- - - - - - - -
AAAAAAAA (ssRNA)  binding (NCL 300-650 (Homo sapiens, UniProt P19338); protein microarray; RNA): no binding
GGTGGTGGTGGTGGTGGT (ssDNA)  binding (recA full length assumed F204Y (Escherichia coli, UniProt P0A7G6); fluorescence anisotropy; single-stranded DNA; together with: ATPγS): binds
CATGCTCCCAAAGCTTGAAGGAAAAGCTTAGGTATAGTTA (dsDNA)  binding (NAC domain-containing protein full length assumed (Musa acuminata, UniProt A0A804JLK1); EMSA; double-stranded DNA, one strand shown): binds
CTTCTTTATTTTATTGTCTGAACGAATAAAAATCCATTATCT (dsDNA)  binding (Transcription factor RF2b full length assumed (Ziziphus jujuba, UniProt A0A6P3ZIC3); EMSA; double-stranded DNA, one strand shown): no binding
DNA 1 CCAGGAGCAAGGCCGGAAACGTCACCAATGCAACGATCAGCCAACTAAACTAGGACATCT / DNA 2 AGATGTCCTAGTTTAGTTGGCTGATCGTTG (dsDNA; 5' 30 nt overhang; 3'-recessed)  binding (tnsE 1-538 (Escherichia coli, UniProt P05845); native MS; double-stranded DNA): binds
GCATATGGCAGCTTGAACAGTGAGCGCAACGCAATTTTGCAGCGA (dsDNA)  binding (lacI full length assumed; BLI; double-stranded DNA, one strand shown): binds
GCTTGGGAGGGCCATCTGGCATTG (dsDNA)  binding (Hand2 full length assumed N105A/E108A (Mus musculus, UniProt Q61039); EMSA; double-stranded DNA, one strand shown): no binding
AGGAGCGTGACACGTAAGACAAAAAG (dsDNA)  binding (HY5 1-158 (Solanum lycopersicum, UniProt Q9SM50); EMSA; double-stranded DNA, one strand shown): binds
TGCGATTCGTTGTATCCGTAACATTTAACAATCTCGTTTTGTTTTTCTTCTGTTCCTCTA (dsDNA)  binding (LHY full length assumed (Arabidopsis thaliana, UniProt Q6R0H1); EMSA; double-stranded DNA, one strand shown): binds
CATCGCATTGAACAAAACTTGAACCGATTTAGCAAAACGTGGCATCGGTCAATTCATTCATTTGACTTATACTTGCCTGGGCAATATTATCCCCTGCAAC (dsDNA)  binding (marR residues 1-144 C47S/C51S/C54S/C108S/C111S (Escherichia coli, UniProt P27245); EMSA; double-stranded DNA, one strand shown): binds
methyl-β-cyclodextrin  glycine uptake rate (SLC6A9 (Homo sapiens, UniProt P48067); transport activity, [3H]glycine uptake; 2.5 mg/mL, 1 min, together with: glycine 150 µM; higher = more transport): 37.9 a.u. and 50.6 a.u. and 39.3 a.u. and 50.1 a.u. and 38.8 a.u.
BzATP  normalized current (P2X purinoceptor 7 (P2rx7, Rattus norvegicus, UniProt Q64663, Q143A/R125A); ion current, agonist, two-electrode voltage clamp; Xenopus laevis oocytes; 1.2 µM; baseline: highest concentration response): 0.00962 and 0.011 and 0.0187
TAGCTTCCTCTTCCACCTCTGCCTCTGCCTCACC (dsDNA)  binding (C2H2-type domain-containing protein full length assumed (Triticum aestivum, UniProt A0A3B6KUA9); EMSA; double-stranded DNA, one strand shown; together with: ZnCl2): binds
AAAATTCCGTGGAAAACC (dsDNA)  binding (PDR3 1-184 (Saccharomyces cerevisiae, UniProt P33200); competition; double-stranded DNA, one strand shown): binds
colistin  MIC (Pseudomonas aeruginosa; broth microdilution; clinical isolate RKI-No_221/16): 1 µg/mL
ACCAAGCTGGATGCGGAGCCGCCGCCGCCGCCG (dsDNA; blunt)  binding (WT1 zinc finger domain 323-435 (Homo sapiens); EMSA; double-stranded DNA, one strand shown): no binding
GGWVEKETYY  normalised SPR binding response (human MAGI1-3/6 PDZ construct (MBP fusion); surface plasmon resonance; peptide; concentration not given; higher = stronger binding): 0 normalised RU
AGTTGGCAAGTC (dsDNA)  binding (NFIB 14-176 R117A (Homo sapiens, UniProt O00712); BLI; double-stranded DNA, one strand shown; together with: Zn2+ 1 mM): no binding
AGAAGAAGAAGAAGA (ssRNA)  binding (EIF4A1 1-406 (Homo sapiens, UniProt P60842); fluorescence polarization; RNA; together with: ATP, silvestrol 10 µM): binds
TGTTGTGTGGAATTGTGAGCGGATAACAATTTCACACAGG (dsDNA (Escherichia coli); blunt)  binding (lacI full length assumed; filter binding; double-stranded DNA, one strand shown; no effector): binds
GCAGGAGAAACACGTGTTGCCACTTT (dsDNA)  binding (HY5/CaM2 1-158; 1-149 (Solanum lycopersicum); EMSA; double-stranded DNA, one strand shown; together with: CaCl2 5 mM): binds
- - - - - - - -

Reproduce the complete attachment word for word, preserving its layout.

AAAAAAAA (ssRNA)  binding (NCL 300-650 (Homo sapiens, UniProt P19338); protein microarray; RNA): no binding
GGTGGTGGTGGTGGTGGT (ssDNA)  binding (recA full length assumed F204Y (Escherichia coli, UniProt P0A7G6); fluorescence anisotropy; single-stranded DNA; together with: ATPγS): binds
CATGCTCCCAAAGCTTGAAGGAAAAGCTTAGGTATAGTTA (dsDNA)  binding (NAC domain-containing protein full length assumed (Musa acuminata, UniProt A0A804JLK1); EMSA; double-stranded DNA, one strand shown): binds
CTTCTTTATTTTATTGTCTGAACGAATAAAAATCCATTATCT (dsDNA)  binding (Transcription factor RF2b full length assumed (Ziziphus jujuba, UniProt A0A6P3ZIC3); EMSA; double-stranded DNA, one strand shown): no binding
DNA 1 CCAGGAGCAAGGCCGGAAACGTCACCAATGCAACGATCAGCCAACTAAACTAGGACATCT / DNA 2 AGATGTCCTAGTTTAGTTGGCTGATCGTTG (dsDNA; 5' 30 nt overhang; 3'-recessed)  binding (tnsE 1-538 (Escherichia coli, UniProt P05845); native MS; double-stranded DNA): binds
GCATATGGCAGCTTGAACAGTGAGCGCAACGCAATTTTGCAGCGA (dsDNA)  binding (lacI full length assumed; BLI; double-stranded DNA, one strand shown): binds
GCTTGGGAGGGCCATCTGGCATTG (dsDNA)  binding (Hand2 full length assumed N105A/E108A (Mus musculus, UniProt Q61039); EMSA; double-stranded DNA, one strand shown): no binding
AGGAGCGTGACACGTAAGACAAAAAG (dsDNA)  binding (HY5 1-158 (Solanum lycopersicum, UniProt Q9SM50); EMSA; double-stranded DNA, one strand shown): binds
TGCGATTCGTTGTATCCGTAACATTTAACAATCTCGTTTTGTTTTTCTTCTGTTCCTCTA (dsDNA)  binding (LHY full length assumed (Arabidopsis thaliana, UniProt Q6R0H1); EMSA; double-stranded DNA, one strand shown): binds
CATCGCATTGAACAAAACTTGAACCGATTTAGCAAAACGTGGCATCGGTCAATTCATTCATTTGACTTATACTTGCCTGGGCAATATTATCCCCTGCAAC (dsDNA)  binding (marR residues 1-144 C47S/C51S/C54S/C108S/C111S (Escherichia coli, UniProt P27245); EMSA; double-stranded DNA, one strand shown): binds
methyl-β-cyclodextrin  glycine uptake rate (SLC6A9 (Homo sapiens, UniProt P48067); transport activity, [3H]glycine uptake; 2.5 mg/mL, 1 min, together with: glycine 150 µM; higher = more transport): 37.9 a.u. and 50.6 a.u. and 39.3 a.u. and 50.1 a.u. and 38.8 a.u.
BzATP  normalized current (P2X purinoceptor 7 (P2rx7, Rattus norvegicus, UniProt Q64663, Q143A/R125A); ion current, agonist, two-electrode voltage clamp; Xenopus laevis oocytes; 1.2 µM; baseline: highest concentration response): 0.00962 and 0.011 and 0.0187
TAGCTTCCTCTTCCACCTCTGCCTCTGCCTCACC (dsDNA)  binding (C2H2-type domain-containing protein full length assumed (Triticum aestivum, UniProt A0A3B6KUA9); EMSA; double-stranded DNA, one strand shown; together with: ZnCl2): binds
AAAATTCCGTGGAAAACC (dsDNA)  binding (PDR3 1-184 (Saccharomyces cerevisiae, UniProt P33200); competition; double-stranded DNA, one strand shown): binds
colistin  MIC (Pseudomonas aeruginosa; broth microdilution; clinical isolate RKI-No_221/16): 1 µg/mL
ACCAAGCTGGATGCGGAGCCGCCGCCGCCGCCG (dsDNA; blunt)  binding (WT1 zinc finger domain 323-435 (Homo sapiens); EMSA; double-stranded DNA, one strand shown): no binding
GGWVEKETYY  normalised SPR binding response (human MAGI1-3/6 PDZ construct (MBP fusion); surface plasmon resonance; peptide; concentration not given; higher = stronger binding): 0 normalised RU
AGTTGGCAAGTC (dsDNA)  binding (NFIB 14-176 R117A (Homo sapiens, UniProt O00712); BLI; double-stranded DNA, one strand shown; together with: Zn2+ 1 mM): no binding
AGAAGAAGAAGAAGA (ssRNA)  binding (EIF4A1 1-406 (Homo sapiens, UniProt P60842); fluorescence polarization; RNA; together with: ATP, silvestrol 10 µM): binds
TGTTGTGTGGAATTGTGAGCGGATAACAATTTCACACAGG (dsDNA (Escherichia coli); blunt)  binding (lacI full length assumed; filter binding; double-stranded DNA, one strand shown; no effector): binds
GCAGGAGAAACACGTGTTGCCACTTT (dsDNA)  binding (HY5/CaM2 1-158; 1-149 (Solanum lycopersicum); EMSA; double-stranded DNA, one strand shown; together with: CaCl2 5 mM): binds